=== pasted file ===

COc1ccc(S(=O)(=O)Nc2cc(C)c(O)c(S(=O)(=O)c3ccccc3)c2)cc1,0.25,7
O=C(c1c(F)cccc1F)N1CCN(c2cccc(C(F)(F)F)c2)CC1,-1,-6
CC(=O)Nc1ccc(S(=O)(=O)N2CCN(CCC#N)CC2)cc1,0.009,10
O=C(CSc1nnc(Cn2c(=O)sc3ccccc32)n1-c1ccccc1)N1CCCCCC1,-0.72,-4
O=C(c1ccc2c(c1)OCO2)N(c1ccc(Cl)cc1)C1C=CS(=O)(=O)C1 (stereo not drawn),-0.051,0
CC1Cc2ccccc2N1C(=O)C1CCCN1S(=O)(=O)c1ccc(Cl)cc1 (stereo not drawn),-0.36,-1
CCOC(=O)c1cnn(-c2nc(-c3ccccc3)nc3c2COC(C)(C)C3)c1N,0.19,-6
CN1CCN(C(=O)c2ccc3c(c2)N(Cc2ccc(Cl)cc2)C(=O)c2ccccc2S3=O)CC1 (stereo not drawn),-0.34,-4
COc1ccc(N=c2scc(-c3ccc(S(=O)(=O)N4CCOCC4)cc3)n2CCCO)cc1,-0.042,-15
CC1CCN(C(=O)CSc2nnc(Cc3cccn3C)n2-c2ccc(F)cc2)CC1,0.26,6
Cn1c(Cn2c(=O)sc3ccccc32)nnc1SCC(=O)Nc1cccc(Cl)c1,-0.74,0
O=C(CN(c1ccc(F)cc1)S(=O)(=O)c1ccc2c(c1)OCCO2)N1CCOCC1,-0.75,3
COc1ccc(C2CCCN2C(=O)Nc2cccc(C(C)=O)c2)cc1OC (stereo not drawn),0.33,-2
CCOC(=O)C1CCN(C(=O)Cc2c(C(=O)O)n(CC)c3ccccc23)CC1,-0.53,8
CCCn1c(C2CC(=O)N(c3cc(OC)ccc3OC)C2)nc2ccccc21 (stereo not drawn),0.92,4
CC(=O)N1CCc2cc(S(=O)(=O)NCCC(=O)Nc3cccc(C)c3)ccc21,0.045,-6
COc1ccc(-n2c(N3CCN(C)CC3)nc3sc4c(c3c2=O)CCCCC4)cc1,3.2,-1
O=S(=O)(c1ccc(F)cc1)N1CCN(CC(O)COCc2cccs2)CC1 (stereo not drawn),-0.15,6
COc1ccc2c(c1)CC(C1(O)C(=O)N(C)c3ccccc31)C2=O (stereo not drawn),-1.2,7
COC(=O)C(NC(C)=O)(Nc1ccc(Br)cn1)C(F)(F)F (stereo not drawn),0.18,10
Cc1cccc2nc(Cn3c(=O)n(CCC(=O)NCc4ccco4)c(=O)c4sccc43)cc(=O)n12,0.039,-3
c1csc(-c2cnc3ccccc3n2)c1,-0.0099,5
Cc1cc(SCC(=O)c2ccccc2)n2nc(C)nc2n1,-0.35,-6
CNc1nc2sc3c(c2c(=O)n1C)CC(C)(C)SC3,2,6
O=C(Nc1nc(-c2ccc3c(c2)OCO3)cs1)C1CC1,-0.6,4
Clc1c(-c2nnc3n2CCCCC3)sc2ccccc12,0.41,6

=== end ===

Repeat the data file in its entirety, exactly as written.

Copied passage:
COc1ccc(S(=O)(=O)Nc2cc(C)c(O)c(S(=O)(=O)c3ccccc3)c2)cc1,0.25,7
O=C(c1c(F)cccc1F)N1CCN(c2cccc(C(F)(F)F)c2)CC1,-1,-6
CC(=O)Nc1ccc(S(=O)(=O)N2CCN(CCC#N)CC2)cc1,0.009,10
O=C(CSc1nnc(Cn2c(=O)sc3ccccc32)n1-c1ccccc1)N1CCCCCC1,-0.72,-4
O=C(c1ccc2c(c1)OCO2)N(c1ccc(Cl)cc1)C1C=CS(=O)(=O)C1 (stereo not drawn),-0.051,0
CC1Cc2ccccc2N1C(=O)C1CCCN1S(=O)(=O)c1ccc(Cl)cc1 (stereo not drawn),-0.36,-1
CCOC(=O)c1cnn(-c2nc(-c3ccccc3)nc3c2COC(C)(C)C3)c1N,0.19,-6
CN1CCN(C(=O)c2ccc3c(c2)N(Cc2ccc(Cl)cc2)C(=O)c2ccccc2S3=O)CC1 (stereo not drawn),-0.34,-4
COc1ccc(N=c2scc(-c3ccc(S(=O)(=O)N4CCOCC4)cc3)n2CCCO)cc1,-0.042,-15
CC1CCN(C(=O)CSc2nnc(Cc3cccn3C)n2-c2ccc(F)cc2)CC1,0.26,6
Cn1c(Cn2c(=O)sc3ccccc32)nnc1SCC(=O)Nc1cccc(Cl)c1,-0.74,0
O=C(CN(c1ccc(F)cc1)S(=O)(=O)c1ccc2c(c1)OCCO2)N1CCOCC1,-0.75,3
COc1ccc(C2CCCN2C(=O)Nc2cccc(C(C)=O)c2)cc1OC (stereo not drawn),0.33,-2
CCOC(=O)C1CCN(C(=O)Cc2c(C(=O)O)n(CC)c3ccccc23)CC1,-0.53,8
CCCn1c(C2CC(=O)N(c3cc(OC)ccc3OC)C2)nc2ccccc21 (stereo not drawn),0.92,4
CC(=O)N1CCc2cc(S(=O)(=O)NCCC(=O)Nc3cccc(C)c3)ccc21,0.045,-6
COc1ccc(-n2c(N3CCN(C)CC3)nc3sc4c(c3c2=O)CCCCC4)cc1,3.2,-1
O=S(=O)(c1ccc(F)cc1)N1CCN(CC(O)COCc2cccs2)CC1 (stereo not drawn),-0.15,6
COc1ccc2c(c1)CC(C1(O)C(=O)N(C)c3ccccc31)C2=O (stereo not drawn),-1.2,7
COC(=O)C(NC(C)=O)(Nc1ccc(Br)cn1)C(F)(F)F (stereo not drawn),0.18,10
Cc1cccc2nc(Cn3c(=O)n(CCC(=O)NCc4ccco4)c(=O)c4sccc43)cc(=O)n12,0.039,-3
c1csc(-c2cnc3ccccc3n2)c1,-0.0099,5
Cc1cc(SCC(=O)c2ccccc2)n2nc(C)nc2n1,-0.35,-6
CNc1nc2sc3c(c2c(=O)n1C)CC(C)(C)SC3,2,6
O=C(Nc1nc(-c2ccc3c(c2)OCO3)cs1)C1CC1,-0.6,4
Clc1c(-c2nnc3n2CCCCC3)sc2ccccc12,0.41,6